Subject: Re: [boost] [optional] Safe optional
From: Andrzej Krzemienski (akrzemi1_at_[hidden])
Date: 2014-11-18 04:21:09
2014-11-18 7:59 GMT+01:00 Vicente J. Botet Escriba <vicente.botet_at_[hidden]
> Le 17/11/14 17:41, Matt Calabrese a Ã©crit :
> On Nov 17, 2014 1:25 AM, "Andrzej Krzemienski" <akrzemi1_at_[hidden]>
>>> No, no exceptions.
>>> The solution is based on the observation that there is a limited number
>>> things you can do with optional<T>
>>> optional<int> oi = ...;
>>> if (oi) doSomething(*oi);
>>> else doSomethingElse(); // or nothing
>>> if (oi) doSomething(*oi);
>>> else doSomething(-1); // use default value
>>> if (!oi) oi = (int)getIntByOtherMeans();
>>> doSomething(*oi); // now it is safe
>>> Now we simply provide a dedicated interface for each of these three
>>> oi.use(&doSomething, &doSomethingElse); // or use lambdas
>> While I agree that we should be encouraging high order
>> here, my personal experience is simply that many people do not like it.
>> When given the choice to pass a lamda or to use an "if" or a
>> range-based-for over high order function alternatives, programmers will
>> generally opt for not using a lambda. The fact that Bjarne thinks
>> visitation is somehow "bad" doesn't help. I agree that it's safer and I'd
>> be in favor of it, but be aware that not everyone will like it.
> I will ad that I believe Dr BS don't like dynamic visitation, but here we
> are doing pattern matching on types, isn't it?
>> That said, I'd be in favor of this. If going with this approach, though,
>> I'd say make optional a model of a variant and/or discriminated union
>> concept that it and variant share, along with "expected" if it were to
>> it into boost (I.E. allow for apply_visitor of T and none, provide a
>> "which"). I'd still like to see the other functions you mention as well
> Yes, all these types a sum types, so any feature in the scope of sum types
> can be applied to all of them.
> In addition, one of the optional sum types is a non-a-value, and there is
> a lot of common thing for such types probably valued types. expected shares
> a lot with optional, but it in not the only one e.g. T*.
> The current problem we have with our TBoost.Expected is that we don't have
> an implementation for C++98 compilers :(
> If the Boost community can accept a C++11 only library I'll be glad to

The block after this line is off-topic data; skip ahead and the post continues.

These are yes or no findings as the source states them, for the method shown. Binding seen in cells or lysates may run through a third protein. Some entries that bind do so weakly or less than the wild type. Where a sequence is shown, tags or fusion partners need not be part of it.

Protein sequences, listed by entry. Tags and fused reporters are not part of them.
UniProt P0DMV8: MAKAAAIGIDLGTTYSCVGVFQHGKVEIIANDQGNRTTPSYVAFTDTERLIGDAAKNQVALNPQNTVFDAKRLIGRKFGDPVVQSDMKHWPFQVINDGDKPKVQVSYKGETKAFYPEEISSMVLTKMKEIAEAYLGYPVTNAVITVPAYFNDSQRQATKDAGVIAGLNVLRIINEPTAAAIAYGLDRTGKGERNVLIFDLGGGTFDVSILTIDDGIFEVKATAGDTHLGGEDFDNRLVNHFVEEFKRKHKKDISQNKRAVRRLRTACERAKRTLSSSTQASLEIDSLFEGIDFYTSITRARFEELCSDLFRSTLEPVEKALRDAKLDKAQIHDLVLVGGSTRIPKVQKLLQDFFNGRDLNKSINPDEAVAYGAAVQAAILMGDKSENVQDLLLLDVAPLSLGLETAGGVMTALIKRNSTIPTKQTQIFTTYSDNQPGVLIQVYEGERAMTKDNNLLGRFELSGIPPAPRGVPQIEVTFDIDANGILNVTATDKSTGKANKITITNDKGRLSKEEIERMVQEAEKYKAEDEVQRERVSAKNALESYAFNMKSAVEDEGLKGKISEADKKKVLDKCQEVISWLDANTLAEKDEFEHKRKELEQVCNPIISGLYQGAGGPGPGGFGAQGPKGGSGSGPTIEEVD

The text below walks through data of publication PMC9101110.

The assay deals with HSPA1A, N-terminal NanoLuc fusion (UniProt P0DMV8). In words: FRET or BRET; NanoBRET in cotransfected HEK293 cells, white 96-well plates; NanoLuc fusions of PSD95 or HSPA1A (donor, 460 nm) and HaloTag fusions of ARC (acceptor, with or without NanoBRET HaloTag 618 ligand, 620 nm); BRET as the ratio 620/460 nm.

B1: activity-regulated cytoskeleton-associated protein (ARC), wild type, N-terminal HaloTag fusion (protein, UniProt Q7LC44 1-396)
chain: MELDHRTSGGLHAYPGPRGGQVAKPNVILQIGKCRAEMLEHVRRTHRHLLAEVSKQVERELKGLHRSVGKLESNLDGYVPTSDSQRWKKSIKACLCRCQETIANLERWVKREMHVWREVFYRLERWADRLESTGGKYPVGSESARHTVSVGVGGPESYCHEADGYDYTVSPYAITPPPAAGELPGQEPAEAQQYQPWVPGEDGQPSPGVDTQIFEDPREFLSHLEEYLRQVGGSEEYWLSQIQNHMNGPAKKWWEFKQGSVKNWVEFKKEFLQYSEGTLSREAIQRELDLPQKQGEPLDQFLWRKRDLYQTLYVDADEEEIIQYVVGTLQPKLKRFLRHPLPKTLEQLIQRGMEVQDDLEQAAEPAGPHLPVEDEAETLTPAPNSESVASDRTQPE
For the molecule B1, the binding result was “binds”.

> work on preparing it for review.
> Is there any one that wants to work on a branch to port it to C++98
>> I know that there are others (Eric?) who prefer to think of optional as a
>> container of size 0 or 1, so it could also make sense to provide an
>> accessor to a range. One interesting effect of this is that now
>> range-based-for sort of becomes a "visit if." There are probably other...
>> interesting uses of standard algorithms.
>> I would rather not go that way. boost::optional is not unsafe. It is
>>> something else than what some people think. Its conceptual model is more
>>> like any value of T, plus one additional value. In this model implicit
>>> conversions make perfect sense and are n fact desirable.
>> I'm not sure I agree. These two templates aren't exactly complimentary in
>> terms of the functionality that they provide, they really would just
>> provide exactly the same functionality with the same internals. All that
>> different is the interface. Because of that, I say either it replaces
>> optional or it doesn't exit as a part of boost. If people are convinced
>> that this interface is less error prone, then it should be THE interface
>> for optional.
>> Andrzej, I think I see what you meant by a safe_optional. A safe
> optional wouldn't provide direct access to the value. (Sorry I need
> sometime to understand things).
> Couldn't safe_optional just be a wrapper of optional restricting its
> interface? safe_optional could be explicitly convertible to optional and
> optional implicitly convertible to safe_optional.
> Instead of safe_optional I would prefer to don't use the safe_ prefix, as
> optional is safe already. IIUC, safe_optional is limited to a monad
> interface and whatever we can build on top of it. What about
> monad_optional<T> or monad::optional<T>?
I agree with these suggestions. I do not want to explore the possibilities
in detail just yet. As the first step, I want to check if there exists
consensus on having two types like this, offering different trade-offs.
> @Matt I don't think we need to choose instead of the user. We have here
> two complementary interface to the same data, there is no one better than
> the other. Up to the user to choose the one more adapted to his needs.
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